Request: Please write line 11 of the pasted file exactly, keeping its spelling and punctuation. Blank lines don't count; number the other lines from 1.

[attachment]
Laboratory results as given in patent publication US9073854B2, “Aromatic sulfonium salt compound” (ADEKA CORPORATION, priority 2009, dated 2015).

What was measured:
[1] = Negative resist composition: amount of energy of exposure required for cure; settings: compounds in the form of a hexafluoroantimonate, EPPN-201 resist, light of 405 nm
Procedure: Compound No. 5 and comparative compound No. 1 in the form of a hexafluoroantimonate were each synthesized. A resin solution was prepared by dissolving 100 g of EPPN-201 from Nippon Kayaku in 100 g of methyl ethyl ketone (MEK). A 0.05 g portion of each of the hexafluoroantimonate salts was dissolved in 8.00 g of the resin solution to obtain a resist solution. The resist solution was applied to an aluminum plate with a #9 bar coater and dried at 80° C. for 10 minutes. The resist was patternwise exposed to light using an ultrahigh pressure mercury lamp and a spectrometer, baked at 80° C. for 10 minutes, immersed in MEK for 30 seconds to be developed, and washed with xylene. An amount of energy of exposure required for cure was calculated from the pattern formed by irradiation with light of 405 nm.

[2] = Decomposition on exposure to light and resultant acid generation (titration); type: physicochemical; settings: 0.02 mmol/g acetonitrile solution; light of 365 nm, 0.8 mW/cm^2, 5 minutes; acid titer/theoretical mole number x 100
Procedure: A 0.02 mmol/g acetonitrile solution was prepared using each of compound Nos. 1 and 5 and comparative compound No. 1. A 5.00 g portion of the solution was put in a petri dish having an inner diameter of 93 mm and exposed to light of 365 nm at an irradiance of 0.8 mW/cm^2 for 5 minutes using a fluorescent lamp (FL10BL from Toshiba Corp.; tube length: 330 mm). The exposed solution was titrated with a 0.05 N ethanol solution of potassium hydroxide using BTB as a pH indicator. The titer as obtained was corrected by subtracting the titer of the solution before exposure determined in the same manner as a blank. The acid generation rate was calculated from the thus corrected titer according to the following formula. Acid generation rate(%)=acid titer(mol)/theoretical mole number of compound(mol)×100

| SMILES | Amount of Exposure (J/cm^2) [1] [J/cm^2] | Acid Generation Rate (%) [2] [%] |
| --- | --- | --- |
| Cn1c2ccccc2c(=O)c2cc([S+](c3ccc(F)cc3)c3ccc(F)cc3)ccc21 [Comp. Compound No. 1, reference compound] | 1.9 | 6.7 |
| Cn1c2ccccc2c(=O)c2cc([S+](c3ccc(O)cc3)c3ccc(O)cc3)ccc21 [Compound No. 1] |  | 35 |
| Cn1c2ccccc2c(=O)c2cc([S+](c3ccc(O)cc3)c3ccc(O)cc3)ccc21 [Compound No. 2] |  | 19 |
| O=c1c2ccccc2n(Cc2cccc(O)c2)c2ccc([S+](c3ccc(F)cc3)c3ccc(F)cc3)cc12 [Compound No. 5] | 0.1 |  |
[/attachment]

| Cn1c2ccccc2c(=O)c2cc([S+](c3ccc(O)cc3)c3ccc(O)cc3)ccc21 [Compound No. 2] |  | 19 |